A little girl and her parents sat behind me on a flight from New Orleans to Atlanta. She looked to be about 3 years old.
Her mom was sleeping. I was engrossed in a book, but not so engrossed that I could not hear the conversation between the little girl and her dad. She had all kinds of questions. Her dad answered them as best he could.
He also pointed out whatever he thought might be of interest to his daughter — how the plane was flying high in the air, and what the wings did, and how, if she looked hard, she could see cities and rivers and mountains far below.
She took all this in and had questions of her own such as who were the people living “down there” and did her dad know them? And why did everything look so small and far away? They were the kind of questions little kids ask, questions about things that grownups take for granted. With age, some wisdom does accrue.
There were times she was frightened, like when the jet began to roll a bit with the wind. And her ears apparently hurt and she wanted to know why. She did not cry. Her dad reassured her over and over again that everything was OK, that they would soon be home, and that mommy would soon wake up.
The little girl listened and was satisfied and apparently forgot about the pain in her ears as more questions poured out of her. I put my book away and listened and remembered. I remembered my mom and dad and how they must have spoken to me the same way.
There were many times, I am sure, when I was afraid of the dark when I crawled into my bed. My dad or mom would come into the room and assure me that things were OK, that there were no monsters in the closet or outside my window, sitting on the roof. Then a kiss goodnight, and off to sleep I went.
I did not like it when the car went through tunnels. And I was petrified of visits to the doctor. All these crises and more were softened by words, by hugs, by kisses.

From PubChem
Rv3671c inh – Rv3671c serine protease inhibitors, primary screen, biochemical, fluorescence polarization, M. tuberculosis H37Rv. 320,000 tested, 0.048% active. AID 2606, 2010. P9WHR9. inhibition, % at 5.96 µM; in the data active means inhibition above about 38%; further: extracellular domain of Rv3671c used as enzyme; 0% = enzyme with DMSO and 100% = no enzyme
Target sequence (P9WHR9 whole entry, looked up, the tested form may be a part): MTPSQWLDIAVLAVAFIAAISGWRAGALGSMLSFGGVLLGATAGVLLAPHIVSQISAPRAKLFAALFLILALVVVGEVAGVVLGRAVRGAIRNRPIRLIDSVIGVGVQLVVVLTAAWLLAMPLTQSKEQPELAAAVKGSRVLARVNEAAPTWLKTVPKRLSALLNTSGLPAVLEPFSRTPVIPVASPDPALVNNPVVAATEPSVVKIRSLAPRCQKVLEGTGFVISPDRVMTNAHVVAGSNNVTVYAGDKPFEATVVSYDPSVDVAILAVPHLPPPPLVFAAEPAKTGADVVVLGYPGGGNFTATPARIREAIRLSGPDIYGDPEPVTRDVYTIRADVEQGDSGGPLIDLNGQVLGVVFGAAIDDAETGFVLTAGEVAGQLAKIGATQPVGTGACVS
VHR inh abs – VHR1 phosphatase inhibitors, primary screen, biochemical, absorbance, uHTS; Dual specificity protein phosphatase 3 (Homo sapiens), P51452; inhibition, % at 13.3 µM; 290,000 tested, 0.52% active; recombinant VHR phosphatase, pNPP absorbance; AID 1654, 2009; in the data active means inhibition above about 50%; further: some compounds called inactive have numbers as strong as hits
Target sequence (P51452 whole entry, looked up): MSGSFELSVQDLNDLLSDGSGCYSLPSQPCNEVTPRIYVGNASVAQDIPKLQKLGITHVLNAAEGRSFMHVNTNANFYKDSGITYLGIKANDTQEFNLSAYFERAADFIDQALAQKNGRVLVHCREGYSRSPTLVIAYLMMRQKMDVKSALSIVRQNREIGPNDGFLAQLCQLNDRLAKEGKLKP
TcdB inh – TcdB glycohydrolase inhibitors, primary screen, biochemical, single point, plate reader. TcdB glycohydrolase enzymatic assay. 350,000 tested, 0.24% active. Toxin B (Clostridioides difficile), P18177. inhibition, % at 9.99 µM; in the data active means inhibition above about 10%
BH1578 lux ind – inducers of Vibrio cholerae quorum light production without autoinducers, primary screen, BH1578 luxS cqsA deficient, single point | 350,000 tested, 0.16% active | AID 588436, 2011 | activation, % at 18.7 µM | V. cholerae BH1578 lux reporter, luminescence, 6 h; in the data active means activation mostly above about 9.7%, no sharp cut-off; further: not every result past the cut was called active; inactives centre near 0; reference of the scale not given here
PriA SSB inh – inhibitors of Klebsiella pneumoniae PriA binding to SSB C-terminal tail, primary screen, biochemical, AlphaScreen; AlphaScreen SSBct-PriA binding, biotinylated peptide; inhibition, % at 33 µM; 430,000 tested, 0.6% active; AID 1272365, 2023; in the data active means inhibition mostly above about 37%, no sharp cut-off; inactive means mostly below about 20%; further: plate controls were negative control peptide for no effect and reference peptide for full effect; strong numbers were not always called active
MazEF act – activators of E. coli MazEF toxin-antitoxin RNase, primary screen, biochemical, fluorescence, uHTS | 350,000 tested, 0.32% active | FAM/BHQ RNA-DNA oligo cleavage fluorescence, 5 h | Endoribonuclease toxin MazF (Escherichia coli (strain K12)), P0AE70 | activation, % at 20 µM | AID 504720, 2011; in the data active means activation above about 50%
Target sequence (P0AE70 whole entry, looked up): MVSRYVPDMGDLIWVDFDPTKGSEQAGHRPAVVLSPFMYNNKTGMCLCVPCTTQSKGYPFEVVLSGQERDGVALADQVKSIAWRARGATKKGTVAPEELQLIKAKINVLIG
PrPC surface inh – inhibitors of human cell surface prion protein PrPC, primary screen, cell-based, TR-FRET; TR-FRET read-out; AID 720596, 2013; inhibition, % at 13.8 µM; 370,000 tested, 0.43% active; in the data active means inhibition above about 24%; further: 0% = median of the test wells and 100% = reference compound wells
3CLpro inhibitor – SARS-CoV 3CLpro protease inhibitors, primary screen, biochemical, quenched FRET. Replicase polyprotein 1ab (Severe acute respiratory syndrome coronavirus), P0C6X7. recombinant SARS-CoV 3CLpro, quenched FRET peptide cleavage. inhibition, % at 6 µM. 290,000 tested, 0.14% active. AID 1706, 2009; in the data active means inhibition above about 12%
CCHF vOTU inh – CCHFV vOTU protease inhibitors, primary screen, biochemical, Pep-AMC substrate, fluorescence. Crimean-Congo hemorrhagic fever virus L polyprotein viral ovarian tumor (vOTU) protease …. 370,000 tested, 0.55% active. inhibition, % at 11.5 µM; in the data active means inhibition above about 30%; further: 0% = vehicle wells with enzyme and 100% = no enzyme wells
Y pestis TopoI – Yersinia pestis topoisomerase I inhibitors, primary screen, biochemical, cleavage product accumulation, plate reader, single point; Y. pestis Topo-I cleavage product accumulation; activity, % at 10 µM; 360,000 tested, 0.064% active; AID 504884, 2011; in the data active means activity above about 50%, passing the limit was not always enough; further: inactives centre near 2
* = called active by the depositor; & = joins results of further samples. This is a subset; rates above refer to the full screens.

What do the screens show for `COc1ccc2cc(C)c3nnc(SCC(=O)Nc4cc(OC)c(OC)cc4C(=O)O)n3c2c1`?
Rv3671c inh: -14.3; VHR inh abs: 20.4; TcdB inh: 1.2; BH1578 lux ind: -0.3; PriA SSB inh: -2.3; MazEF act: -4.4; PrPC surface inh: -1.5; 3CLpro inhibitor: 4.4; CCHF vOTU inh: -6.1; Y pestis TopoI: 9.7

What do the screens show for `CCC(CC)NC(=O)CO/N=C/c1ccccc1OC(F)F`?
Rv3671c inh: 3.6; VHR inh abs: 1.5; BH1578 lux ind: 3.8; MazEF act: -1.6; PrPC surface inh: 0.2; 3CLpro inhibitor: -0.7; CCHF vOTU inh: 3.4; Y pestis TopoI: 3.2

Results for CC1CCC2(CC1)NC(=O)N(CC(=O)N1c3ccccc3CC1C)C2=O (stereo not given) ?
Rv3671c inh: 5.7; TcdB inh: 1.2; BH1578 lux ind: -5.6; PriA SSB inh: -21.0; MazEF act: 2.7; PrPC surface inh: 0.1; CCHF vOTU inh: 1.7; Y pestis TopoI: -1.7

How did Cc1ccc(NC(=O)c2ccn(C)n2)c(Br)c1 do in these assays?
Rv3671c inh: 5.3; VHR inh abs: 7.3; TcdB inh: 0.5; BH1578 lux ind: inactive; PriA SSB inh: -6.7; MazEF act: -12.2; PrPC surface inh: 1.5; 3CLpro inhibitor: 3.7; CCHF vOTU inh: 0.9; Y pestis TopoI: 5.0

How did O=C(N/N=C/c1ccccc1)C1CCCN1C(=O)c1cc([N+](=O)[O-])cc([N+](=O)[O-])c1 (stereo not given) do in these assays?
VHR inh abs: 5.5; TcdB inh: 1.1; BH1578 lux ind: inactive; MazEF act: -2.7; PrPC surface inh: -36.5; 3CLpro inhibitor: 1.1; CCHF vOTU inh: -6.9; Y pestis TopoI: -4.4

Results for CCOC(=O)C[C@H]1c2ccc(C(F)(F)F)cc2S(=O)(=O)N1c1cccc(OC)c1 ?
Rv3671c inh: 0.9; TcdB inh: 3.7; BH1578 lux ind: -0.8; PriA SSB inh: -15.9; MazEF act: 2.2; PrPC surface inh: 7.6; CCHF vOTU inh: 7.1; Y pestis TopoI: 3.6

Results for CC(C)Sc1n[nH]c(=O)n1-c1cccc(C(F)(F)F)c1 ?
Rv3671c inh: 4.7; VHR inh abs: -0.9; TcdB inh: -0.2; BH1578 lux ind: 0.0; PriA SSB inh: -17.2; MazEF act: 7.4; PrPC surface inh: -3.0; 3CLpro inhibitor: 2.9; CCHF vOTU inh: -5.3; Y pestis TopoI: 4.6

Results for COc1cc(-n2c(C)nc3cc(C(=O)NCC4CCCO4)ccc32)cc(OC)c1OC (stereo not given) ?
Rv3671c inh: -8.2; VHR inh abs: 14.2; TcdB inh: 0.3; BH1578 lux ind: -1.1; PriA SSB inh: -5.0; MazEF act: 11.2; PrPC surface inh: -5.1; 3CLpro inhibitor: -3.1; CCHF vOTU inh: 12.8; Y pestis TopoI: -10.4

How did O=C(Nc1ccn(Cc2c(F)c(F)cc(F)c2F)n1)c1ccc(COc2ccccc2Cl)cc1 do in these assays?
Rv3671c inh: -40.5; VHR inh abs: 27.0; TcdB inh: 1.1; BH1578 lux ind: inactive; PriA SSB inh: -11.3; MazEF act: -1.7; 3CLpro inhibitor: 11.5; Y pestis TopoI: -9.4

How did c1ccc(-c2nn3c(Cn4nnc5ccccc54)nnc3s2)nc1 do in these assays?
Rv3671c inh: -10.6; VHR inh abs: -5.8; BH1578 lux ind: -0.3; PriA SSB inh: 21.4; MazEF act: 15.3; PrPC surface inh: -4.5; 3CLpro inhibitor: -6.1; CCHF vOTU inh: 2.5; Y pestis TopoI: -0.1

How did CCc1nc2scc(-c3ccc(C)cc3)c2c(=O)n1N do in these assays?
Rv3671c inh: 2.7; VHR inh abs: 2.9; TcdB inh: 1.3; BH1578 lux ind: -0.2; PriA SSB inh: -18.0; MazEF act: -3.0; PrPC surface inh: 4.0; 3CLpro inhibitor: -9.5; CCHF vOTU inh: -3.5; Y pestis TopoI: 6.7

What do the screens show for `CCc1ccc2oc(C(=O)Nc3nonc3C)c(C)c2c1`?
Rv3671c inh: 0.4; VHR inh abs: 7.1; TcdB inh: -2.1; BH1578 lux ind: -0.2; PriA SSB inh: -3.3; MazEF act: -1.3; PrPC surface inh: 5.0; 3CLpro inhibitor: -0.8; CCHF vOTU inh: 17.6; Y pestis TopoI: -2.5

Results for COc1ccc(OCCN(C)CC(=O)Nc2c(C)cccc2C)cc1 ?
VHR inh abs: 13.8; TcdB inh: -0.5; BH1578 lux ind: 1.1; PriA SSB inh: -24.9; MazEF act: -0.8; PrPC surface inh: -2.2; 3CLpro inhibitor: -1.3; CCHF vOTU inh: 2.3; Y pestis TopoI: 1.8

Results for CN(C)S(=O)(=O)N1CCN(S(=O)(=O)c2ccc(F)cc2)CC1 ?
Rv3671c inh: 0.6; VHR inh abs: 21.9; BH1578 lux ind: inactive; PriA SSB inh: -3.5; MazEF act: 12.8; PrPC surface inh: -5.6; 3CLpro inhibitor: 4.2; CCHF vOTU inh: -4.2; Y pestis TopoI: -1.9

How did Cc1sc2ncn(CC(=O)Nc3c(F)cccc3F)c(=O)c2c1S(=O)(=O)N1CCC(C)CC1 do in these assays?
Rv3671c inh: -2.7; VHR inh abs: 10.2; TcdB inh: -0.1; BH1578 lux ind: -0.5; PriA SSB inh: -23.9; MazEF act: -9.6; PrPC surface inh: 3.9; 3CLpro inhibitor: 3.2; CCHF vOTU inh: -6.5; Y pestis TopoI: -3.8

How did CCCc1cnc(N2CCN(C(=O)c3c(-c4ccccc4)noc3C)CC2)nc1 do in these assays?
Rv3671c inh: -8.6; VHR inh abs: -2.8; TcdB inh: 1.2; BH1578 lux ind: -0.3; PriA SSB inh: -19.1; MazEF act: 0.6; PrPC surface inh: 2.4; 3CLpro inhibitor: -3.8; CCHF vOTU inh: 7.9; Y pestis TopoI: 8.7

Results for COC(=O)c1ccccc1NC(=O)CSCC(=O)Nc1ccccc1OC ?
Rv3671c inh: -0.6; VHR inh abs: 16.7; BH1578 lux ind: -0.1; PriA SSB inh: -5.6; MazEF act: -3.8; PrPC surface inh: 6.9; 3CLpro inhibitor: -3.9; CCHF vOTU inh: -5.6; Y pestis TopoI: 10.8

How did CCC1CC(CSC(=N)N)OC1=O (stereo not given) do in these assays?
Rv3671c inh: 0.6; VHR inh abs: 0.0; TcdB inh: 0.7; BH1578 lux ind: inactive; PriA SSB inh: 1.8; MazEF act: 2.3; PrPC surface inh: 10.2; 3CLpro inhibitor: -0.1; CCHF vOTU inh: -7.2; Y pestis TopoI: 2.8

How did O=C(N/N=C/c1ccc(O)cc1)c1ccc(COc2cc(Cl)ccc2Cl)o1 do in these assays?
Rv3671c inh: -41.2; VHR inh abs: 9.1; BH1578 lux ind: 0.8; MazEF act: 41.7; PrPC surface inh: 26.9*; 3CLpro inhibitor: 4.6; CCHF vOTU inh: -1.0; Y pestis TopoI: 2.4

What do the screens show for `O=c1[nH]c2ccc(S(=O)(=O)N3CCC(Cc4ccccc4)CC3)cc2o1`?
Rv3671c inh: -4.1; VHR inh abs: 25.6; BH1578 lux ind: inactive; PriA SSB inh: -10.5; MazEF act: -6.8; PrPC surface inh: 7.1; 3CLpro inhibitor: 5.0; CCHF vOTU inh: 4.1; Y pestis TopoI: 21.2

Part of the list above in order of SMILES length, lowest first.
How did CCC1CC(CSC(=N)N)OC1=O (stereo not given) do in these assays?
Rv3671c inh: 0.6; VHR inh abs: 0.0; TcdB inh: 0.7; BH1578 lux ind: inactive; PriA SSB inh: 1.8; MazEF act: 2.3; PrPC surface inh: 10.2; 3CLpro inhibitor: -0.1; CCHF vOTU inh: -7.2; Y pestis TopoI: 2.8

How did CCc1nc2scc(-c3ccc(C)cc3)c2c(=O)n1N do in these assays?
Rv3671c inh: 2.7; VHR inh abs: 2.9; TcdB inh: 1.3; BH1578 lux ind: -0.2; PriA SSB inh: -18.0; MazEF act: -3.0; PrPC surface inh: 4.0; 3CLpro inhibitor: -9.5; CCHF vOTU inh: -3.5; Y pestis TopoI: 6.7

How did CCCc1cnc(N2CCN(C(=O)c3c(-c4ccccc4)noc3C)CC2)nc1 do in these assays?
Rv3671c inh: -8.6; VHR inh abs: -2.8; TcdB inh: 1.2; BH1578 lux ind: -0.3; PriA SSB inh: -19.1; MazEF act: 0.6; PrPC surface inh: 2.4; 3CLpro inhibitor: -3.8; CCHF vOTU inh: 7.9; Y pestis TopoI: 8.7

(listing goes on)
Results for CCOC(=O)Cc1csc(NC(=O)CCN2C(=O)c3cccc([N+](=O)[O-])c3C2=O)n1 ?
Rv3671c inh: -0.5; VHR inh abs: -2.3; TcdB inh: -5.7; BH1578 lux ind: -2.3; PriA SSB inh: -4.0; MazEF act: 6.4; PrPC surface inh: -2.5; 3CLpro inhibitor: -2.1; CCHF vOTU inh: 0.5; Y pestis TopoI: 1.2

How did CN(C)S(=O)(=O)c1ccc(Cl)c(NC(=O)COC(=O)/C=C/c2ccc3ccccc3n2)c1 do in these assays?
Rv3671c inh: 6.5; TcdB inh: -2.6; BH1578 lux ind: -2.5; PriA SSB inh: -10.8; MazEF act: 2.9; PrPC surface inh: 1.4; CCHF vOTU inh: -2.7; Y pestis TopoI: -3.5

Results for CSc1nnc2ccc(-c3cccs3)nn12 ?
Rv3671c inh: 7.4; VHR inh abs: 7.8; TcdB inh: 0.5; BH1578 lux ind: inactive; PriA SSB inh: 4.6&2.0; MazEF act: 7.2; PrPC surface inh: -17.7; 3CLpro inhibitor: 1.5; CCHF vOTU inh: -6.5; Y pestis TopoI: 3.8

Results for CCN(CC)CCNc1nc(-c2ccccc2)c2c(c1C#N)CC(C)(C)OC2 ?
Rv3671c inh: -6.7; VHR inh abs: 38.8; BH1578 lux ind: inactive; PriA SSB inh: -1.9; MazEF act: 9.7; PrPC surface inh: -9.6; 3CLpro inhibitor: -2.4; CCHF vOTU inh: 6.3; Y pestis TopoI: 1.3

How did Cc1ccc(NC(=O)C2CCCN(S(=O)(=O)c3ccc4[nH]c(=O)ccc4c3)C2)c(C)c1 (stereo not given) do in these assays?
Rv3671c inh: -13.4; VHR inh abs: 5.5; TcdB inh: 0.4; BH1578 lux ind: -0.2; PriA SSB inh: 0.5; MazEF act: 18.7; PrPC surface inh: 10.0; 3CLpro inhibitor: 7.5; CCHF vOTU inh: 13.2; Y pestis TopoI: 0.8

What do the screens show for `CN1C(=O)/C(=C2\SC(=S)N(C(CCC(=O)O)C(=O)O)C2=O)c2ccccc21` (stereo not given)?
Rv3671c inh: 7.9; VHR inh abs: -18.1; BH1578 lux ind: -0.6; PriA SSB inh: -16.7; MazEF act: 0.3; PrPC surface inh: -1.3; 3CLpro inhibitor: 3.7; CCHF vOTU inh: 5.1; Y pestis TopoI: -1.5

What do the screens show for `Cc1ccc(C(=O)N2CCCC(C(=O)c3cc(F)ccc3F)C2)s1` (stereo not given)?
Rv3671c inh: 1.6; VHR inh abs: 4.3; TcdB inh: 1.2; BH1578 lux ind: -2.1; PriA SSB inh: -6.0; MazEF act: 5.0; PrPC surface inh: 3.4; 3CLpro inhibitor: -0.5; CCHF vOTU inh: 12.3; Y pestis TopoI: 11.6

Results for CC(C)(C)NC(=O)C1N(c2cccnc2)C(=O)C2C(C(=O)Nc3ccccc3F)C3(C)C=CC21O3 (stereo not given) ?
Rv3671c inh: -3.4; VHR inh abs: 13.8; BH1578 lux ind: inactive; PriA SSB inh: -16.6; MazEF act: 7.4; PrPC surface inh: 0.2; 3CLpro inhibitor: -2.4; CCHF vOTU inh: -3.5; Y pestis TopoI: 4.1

The little girl on the plane had her fears eased by the comfort of her dad. All that he said turned out to be true. Everything on the trip turned out fine and chances are much better than average that they arrived home safe and sound.
As we grow up, things can get frazzled. As much as we may think we are in control of life and its ongoing movement, the winds can tend to shift and we realize how little, if any, power we have to right our wings and get home.
But the kindness and love shown by that father for his little girl brought home to me the need we all have for an assurance that no matter what happens to us in life, we are in the hand of God.
That does not mean that everything will always go according to our plans and designs. Age brings sickness, frailty, loss of all kinds and a rude awakening to the fact that we are dependent upon a providence of which we are not the source. But the source is there. It is always there. I heard it behind me as I rode from New Orleans to Atlanta.
I was in New Orleans for some medical tests and the nurses, doctors and technicians who ran the tests on me assured me that I was doing well, that things were fine, and that there was no need to worry. I thought of them and their kindness when I heard the father speaking to his little girl.
But there will come a time when news that is not so good will make its appearance. There will be voices then, too, assuring me that the ride home has just begun, a ride of faith that stretches on forever. I have heard those voices all my life.
Whether we are aware of it or not, it is the voice of God speaking through us, softly assuring us that He is here with us, and will raise us up when the time comes to switch carriers.
Father James Stephen (Jeff) Behrens, O.C.S.O., serves at the Monastery of the Holy Spirit, 2625 Ga. Highway 212 S.W., Conyers. His email address is firstname.lastname@example.org.